Are you ready to say good-bye to therapy? How do you know? When is it time for therapy to end?
As a therapist, I always want to help my client achieve their goals. When I was in therapy, before I became a therapist, I always felt awkward trying to say good bye to my therapist. Sometimes, it just felt easier to ghost my therapist. Believe it or not, that is not the best way to go.
Staying in therapy is not about how much time you have been there. Some people stay in therapy for years, while others find therapy is only needed for a few months. There is no correct time to be in therapy.
Let’s start with what brought you to therapy to begin with? Look at the goals you created for yourself. Who were you when you began therapy? Are you living in the preferred version of your life? How have you changed?
Talk with your therapist. It is ok to check in regularly about your goals and intentions for therapy. If there is something that is in the preferred version of your life that you are not living, tell your therapist! In fact, set a regular time frame to check in with your therapist on your goals. Goals change as does the preferred version of your life. Perhaps set a plan to audit your work together every 3 months.
When you are ready, ask your therapist to meet every other week. On your week off, experience what it is like to not have therapy. Then, do a once a month check-in or consultation.
Leaving your therapist on a good note helps you practice saying good bye and also leaves the door open to return to that therapist if you need consultation in the future.
Remember, therapy is your time to get what you need. You decide when it begins and when it ends.
As I sit here recovering from the last argument with my husband, I'm reminded that fights are inevitable. I love my husband dearly and sometimes we just can't agree. That's ok! Before we got married we worked through The Seven Principles for Making Marriage Work by John M. Gottman, Ph.D. and Nan Silver to "divorce-proof" our relationship.
Their work, in something they call "the marriage lab," discusses "four horsemen" that lead to the demise of relationships. They do not come in any particular order and just because these exist in your relationship right now does not mean that you will break up. The point is to become aware of their existence and shift the power of each horseman.
1. Criticism - Do you know the difference between a complaint and a criticism? How do you voice what you need from your partner? A complaint addresses a singular event or action with which you have a problem, as in "I'm really upset you didn't use a coaster because now there is a ring on our wood table." A criticism, however, attacks the core being of another person, even in something that may seem trivial and suddenly gains more significance than it deserves, as in "I'm really upset that you did not use a coaster. You are always so lazy! Now we have a ring on the wood table forever. Why don't you care? You never care about my things! We can never get nice things?"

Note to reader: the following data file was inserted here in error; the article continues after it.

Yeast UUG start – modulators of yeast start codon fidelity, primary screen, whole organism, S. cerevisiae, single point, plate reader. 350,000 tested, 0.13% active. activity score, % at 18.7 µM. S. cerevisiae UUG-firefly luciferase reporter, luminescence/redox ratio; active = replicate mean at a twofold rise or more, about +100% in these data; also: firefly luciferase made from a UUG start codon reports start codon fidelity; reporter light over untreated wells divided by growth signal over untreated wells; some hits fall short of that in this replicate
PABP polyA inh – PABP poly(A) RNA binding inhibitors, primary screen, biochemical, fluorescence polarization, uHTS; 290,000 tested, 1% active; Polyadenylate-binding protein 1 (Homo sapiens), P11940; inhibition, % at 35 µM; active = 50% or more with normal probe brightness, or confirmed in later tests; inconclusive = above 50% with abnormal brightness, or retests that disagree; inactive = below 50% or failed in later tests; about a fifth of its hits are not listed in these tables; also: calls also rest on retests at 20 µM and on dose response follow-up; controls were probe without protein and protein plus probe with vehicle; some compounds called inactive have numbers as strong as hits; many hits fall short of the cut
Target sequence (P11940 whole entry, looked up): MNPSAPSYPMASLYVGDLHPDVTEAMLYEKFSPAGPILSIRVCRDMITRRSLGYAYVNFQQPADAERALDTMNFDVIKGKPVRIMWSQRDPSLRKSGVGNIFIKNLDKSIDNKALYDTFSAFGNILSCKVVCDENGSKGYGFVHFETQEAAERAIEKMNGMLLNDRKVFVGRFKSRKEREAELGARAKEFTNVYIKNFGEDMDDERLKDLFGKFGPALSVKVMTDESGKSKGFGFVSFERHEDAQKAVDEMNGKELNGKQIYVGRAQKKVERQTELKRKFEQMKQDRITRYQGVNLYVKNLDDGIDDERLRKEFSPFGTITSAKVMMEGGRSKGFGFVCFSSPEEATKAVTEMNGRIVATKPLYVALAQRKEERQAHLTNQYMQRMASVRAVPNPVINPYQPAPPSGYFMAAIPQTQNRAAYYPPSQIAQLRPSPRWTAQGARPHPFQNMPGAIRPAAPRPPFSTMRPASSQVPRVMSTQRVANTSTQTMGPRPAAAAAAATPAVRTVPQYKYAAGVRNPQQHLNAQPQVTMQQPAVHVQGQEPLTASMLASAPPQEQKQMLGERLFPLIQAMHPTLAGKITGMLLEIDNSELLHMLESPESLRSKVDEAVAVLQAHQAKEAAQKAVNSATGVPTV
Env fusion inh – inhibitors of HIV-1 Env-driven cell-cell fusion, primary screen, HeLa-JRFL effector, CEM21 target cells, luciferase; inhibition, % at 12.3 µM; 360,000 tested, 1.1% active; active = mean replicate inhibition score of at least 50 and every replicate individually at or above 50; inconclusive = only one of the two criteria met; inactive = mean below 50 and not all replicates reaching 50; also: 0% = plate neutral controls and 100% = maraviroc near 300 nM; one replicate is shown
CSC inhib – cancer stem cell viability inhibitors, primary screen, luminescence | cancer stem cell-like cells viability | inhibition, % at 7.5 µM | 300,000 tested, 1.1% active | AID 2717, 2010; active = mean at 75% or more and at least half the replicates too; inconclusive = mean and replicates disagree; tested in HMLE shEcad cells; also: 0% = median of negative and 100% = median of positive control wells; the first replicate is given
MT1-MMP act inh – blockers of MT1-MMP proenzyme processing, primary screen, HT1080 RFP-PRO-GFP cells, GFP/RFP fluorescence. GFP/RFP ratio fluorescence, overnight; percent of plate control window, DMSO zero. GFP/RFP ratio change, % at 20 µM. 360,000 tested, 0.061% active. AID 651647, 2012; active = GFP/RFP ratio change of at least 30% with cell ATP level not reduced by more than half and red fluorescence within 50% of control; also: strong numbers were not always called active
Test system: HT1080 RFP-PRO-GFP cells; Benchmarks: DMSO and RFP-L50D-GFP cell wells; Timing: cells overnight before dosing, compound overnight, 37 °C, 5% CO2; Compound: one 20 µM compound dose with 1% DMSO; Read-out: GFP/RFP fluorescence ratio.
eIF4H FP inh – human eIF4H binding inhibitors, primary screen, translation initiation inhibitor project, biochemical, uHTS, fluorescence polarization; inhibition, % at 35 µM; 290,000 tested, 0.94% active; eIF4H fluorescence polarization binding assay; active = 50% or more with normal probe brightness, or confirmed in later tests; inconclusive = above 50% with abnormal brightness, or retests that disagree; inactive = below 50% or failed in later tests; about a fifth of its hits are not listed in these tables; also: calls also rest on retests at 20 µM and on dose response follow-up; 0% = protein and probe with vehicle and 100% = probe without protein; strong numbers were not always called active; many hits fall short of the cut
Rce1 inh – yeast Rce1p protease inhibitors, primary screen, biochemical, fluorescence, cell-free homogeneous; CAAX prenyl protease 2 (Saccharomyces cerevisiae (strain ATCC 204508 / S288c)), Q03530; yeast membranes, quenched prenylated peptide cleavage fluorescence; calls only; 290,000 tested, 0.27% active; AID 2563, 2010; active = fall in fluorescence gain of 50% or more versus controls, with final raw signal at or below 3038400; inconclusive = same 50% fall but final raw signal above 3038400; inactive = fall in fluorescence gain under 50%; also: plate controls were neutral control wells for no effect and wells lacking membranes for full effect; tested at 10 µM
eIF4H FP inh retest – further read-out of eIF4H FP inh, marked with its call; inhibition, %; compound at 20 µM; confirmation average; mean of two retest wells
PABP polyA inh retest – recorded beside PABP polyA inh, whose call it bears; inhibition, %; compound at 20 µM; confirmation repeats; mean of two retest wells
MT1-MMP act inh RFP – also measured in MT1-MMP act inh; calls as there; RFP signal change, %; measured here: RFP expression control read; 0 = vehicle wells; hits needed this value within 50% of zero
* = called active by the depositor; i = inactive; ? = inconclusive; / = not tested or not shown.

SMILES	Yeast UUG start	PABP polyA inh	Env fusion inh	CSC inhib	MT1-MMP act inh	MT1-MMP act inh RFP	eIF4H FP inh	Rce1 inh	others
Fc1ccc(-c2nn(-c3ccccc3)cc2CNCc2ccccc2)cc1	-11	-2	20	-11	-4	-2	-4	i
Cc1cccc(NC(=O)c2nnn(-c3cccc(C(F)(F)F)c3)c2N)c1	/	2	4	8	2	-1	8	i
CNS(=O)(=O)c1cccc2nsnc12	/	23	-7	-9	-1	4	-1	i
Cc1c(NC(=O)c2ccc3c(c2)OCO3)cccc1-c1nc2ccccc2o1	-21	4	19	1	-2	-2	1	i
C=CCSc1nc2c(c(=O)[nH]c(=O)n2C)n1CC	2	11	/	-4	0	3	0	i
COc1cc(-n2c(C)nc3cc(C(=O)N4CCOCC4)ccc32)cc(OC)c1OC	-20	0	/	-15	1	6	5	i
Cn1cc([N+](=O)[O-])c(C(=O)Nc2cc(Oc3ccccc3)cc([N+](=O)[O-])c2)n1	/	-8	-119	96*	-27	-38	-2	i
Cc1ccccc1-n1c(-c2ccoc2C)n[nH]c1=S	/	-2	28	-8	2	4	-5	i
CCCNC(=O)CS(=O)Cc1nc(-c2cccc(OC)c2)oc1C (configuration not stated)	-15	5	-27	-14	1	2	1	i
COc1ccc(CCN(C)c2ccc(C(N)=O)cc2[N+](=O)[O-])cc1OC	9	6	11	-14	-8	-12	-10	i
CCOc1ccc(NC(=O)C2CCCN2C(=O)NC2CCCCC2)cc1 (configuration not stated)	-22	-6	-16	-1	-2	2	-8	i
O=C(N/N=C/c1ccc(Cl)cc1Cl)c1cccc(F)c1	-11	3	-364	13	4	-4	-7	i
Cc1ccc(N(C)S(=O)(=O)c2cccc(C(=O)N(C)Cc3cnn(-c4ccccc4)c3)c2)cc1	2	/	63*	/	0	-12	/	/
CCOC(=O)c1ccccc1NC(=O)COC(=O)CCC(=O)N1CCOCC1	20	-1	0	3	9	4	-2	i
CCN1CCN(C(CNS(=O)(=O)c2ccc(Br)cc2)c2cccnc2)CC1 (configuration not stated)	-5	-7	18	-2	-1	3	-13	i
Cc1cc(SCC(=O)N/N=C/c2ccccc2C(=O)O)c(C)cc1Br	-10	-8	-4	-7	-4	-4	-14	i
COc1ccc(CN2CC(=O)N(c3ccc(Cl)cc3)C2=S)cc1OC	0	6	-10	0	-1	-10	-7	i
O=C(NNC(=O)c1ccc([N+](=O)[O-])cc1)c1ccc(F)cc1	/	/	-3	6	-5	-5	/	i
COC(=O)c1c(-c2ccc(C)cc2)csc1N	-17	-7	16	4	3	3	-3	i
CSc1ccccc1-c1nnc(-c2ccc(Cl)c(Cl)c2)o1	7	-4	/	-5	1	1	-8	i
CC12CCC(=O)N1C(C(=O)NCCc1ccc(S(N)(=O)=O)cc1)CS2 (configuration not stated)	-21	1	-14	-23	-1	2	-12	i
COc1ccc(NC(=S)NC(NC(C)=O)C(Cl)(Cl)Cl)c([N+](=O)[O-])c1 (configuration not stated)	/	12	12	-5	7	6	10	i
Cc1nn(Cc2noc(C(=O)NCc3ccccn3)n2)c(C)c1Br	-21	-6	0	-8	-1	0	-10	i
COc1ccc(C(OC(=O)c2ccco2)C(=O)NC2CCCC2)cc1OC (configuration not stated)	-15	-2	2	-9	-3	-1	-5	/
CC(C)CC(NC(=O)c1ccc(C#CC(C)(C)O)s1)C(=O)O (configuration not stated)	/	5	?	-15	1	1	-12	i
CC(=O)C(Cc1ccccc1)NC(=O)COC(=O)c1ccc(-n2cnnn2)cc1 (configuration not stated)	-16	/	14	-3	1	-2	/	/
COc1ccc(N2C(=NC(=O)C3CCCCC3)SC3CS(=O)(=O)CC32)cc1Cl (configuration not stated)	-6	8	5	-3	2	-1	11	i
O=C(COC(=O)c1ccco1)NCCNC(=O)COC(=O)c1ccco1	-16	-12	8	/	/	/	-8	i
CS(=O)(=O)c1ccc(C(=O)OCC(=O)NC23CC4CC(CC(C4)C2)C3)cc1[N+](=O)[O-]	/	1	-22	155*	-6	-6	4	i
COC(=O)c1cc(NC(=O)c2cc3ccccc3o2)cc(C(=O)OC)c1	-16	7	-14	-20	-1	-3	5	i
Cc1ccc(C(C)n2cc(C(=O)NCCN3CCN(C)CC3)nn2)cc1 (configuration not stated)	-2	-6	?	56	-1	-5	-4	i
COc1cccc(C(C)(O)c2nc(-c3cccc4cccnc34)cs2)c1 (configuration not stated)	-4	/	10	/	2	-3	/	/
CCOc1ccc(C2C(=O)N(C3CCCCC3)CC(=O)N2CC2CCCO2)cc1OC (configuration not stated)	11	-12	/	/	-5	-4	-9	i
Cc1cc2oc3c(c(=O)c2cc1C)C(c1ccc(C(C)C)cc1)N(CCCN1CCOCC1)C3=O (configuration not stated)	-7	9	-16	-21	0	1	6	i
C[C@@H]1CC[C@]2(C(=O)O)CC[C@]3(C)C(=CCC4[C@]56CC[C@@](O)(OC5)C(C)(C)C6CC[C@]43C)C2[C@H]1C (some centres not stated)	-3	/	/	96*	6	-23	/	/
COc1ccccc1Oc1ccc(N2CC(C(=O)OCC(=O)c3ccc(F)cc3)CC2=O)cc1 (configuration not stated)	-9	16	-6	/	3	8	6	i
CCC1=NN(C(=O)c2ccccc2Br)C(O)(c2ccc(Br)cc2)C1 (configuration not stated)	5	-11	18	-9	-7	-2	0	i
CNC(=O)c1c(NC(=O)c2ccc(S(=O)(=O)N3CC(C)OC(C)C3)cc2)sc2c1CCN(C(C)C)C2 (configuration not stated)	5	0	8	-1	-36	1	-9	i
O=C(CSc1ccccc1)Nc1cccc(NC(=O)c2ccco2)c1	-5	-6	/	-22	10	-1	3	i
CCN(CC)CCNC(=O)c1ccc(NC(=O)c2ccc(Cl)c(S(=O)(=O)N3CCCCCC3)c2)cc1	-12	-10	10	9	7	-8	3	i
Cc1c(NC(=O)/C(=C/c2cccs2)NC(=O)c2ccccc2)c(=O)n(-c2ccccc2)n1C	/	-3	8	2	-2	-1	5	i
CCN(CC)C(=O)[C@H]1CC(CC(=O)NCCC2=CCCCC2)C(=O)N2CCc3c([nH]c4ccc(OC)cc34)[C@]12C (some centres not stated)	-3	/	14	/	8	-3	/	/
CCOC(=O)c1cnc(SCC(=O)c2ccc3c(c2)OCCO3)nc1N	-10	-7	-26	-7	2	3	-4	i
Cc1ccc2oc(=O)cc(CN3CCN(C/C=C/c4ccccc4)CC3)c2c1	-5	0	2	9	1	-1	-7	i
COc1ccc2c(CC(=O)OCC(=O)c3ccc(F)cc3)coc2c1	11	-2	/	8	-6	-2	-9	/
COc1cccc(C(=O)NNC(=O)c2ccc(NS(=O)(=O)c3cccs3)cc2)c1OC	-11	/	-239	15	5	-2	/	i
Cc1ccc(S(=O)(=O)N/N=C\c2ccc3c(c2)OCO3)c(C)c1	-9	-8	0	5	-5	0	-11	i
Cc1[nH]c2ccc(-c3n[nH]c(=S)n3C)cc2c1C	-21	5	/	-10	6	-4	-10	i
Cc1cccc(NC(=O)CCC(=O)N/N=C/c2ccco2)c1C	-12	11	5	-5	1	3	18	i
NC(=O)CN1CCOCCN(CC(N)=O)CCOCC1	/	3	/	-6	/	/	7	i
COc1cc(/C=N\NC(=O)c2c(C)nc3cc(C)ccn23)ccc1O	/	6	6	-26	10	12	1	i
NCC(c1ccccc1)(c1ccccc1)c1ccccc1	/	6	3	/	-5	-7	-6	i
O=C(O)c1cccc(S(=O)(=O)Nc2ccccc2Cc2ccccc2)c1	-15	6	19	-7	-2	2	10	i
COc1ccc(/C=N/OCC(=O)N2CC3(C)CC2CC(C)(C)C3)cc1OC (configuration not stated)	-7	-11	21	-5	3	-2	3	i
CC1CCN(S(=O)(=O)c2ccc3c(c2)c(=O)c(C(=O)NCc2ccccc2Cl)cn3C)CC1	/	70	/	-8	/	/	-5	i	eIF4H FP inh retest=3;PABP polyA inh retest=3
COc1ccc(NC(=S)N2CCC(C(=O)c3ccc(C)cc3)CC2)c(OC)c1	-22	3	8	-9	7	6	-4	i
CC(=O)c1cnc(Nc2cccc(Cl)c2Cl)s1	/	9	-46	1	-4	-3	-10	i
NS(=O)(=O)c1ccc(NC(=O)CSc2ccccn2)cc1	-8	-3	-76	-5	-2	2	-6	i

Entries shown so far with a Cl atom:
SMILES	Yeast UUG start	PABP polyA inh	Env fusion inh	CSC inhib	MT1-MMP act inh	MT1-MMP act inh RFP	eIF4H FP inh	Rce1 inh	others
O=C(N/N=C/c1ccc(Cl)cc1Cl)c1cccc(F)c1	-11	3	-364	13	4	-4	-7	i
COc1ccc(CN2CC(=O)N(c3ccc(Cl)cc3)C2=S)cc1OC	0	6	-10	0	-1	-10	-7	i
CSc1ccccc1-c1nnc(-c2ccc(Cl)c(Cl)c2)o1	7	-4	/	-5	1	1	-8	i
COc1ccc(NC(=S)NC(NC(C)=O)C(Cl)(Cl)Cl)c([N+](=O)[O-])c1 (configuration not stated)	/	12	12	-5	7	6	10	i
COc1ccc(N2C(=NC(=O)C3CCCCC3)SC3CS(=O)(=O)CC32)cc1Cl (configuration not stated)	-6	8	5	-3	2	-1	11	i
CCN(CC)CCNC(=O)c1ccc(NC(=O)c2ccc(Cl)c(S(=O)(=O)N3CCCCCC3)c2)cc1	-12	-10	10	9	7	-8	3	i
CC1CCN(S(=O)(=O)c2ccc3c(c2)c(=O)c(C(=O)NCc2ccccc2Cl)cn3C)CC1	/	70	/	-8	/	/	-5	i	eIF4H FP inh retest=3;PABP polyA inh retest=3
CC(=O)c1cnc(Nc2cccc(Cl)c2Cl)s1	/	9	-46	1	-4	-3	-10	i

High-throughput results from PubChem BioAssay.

2. Contempt - Contempt includes sarcasm, name calling, eye-rolling, sneering, mockery, hostile humor, and cynicism. Contempt does not include repairs. Repairs occur in the middle of an argument when one partner tries to make the other laugh to relieve some of the stress of the situation. Contempt, on the other hand, tells your partner that you are disgusted with him or her, ultimately leading to more conflict rather than the possibility of resolution.
3. Defensiveness - Defensiveness usually arrives in response to an attacking partner. However, it does not achieve the desired effect since it unintentionally blames the partner for the problem--it doesn't end the conflict, it only increases it.
4. Stonewalling - When the listener tunes out and shuts down when the speaker is talking. In any conversation, the listener gives the cues on whether they were listening or paying attention. Usually, this horseman arrives after the other three become too overwhelming. When the listener starts stonewalling, not listening and not interested, leading to more conflict. Ultimately, it leads to more conflict.
When identifying the horsemen in your relationship, make it a game rather than an accusatory experience. Helping yourself notice these moments as much as you help your partner. Make a chart that helps both partners in the relationship identify when each of you let the horseman take over. Make sure you allow each partner to identify their own moments and honor them for making this acknowledgement.
I thoroughly recommend reading this book as it has helpful tips to promote and strengthen any relationship.
Sara Hulan, MA, Marriage and Family Therapist Registered Associate IMF #97806,